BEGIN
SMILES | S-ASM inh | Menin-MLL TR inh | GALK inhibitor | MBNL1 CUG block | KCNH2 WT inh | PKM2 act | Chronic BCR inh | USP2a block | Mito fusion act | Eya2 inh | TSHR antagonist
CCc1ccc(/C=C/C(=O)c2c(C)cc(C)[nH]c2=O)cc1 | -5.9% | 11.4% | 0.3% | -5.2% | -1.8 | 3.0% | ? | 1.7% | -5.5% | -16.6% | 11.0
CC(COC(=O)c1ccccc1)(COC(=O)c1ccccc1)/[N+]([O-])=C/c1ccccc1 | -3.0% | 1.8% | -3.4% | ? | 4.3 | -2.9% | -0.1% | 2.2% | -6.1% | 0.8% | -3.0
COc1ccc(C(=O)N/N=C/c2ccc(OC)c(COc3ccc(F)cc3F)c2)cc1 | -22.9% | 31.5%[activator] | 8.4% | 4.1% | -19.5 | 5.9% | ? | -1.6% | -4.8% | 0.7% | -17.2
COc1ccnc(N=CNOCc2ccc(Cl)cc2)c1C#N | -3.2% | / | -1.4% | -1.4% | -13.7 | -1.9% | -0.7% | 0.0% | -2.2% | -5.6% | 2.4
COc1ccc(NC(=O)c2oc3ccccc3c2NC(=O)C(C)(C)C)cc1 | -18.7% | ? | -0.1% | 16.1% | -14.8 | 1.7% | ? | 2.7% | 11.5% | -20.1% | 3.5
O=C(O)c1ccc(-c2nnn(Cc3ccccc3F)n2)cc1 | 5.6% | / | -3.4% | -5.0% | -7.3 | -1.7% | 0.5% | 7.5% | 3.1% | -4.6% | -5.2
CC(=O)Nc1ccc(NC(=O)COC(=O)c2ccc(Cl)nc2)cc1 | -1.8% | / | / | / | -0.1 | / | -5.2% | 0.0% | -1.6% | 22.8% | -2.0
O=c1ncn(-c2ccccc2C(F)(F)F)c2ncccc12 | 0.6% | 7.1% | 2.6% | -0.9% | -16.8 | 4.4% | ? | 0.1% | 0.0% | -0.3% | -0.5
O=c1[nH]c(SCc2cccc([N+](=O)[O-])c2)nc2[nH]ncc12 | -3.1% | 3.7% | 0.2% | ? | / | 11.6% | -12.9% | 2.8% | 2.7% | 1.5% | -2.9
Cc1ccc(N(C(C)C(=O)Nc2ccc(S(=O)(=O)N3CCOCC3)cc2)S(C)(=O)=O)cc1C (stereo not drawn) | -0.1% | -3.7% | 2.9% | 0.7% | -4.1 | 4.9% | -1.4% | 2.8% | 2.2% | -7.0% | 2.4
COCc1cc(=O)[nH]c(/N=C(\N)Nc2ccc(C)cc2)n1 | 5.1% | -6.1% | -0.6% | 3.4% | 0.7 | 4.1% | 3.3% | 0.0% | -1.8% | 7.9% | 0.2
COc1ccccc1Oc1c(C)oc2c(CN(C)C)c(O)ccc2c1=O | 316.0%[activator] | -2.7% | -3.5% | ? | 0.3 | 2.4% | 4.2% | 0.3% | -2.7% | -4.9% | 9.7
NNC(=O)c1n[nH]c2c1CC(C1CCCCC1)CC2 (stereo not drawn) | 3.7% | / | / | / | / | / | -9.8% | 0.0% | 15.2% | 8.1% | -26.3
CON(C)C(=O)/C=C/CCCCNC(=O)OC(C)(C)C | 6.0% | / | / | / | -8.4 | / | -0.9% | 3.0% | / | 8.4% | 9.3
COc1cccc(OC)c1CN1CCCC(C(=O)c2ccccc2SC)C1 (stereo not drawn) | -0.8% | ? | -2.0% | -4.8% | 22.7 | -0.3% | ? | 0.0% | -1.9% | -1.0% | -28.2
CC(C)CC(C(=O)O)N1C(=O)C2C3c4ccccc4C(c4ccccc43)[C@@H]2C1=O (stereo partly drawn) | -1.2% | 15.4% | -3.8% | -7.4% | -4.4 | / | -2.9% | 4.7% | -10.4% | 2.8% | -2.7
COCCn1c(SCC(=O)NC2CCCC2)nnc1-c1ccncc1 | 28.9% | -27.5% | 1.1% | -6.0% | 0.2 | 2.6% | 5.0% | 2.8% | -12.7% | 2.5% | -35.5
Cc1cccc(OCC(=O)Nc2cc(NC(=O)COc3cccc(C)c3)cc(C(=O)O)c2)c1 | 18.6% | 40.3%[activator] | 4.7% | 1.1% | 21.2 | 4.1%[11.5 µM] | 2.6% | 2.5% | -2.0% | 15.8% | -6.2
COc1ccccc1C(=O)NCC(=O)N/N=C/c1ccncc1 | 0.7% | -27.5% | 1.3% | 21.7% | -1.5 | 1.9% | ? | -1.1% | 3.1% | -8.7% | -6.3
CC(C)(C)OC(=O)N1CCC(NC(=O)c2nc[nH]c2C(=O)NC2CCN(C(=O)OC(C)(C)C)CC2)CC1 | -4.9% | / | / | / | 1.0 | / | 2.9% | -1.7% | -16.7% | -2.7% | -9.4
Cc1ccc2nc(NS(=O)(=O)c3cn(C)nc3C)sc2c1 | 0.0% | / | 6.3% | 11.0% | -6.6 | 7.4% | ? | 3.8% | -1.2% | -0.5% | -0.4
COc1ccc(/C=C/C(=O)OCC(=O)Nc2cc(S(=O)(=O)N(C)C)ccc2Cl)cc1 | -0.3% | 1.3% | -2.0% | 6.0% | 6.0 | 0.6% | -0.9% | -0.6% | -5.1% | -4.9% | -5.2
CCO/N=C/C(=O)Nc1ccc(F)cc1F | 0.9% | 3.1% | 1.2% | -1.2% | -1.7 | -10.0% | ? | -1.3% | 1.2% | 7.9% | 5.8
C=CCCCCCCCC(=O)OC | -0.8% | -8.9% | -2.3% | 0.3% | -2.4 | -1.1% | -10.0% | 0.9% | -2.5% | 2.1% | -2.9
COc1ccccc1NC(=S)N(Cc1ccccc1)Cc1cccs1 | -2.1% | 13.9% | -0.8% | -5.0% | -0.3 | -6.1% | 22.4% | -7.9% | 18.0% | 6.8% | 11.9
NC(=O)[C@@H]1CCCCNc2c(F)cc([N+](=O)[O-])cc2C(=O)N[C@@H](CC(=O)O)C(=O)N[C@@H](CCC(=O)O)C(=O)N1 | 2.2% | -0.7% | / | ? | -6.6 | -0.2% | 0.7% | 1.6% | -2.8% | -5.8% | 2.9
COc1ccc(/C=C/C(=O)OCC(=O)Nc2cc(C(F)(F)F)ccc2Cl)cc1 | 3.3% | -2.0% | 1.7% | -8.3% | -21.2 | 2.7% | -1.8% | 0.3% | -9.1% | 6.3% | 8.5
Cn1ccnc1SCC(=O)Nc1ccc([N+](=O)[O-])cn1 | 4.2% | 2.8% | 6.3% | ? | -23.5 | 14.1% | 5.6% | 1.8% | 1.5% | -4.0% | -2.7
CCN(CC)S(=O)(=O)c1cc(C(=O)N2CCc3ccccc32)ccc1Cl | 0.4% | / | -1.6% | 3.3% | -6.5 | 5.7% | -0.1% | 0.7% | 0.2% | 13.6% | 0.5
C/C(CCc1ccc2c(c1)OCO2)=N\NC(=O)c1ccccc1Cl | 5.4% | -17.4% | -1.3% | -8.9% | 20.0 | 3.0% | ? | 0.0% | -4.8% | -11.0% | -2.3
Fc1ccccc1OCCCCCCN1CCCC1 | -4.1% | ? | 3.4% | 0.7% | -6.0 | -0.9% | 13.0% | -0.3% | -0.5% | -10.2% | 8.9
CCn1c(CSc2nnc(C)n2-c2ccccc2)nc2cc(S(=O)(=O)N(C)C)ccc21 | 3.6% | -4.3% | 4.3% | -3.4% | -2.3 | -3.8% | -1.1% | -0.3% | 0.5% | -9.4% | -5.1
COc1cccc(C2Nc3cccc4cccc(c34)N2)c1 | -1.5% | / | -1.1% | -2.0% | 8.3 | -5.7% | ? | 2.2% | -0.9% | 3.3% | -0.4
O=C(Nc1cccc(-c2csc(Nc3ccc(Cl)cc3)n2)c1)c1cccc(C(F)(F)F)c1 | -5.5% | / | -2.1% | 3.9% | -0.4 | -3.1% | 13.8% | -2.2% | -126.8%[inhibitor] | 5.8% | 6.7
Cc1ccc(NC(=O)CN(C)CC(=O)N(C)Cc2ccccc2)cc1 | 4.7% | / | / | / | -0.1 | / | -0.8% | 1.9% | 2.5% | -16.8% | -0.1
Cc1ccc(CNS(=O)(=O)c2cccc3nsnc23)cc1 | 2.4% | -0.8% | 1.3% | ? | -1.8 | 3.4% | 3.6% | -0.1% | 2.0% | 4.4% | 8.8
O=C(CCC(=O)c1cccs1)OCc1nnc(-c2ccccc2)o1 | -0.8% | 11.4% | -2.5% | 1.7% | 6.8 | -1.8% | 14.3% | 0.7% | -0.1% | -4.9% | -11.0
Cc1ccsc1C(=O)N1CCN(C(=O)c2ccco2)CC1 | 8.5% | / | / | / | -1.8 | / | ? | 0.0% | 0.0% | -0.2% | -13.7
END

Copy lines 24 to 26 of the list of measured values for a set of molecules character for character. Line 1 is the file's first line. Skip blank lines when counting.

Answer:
CCO/N=C/C(=O)Nc1ccc(F)cc1F | 0.9% | 3.1% | 1.2% | -1.2% | -1.7 | -10.0% | ? | -1.3% | 1.2% | 7.9% | 5.8
C=CCCCCCCCC(=O)OC | -0.8% | -8.9% | -2.3% | 0.3% | -2.4 | -1.1% | -10.0% | 0.9% | -2.5% | 2.1% | -2.9
COc1ccccc1NC(=S)N(Cc1ccccc1)Cc1cccs1 | -2.1% | 13.9% | -0.8% | -5.0% | -0.3 | -6.1% | 22.4% | -7.9% | 18.0% | 6.8% | 11.9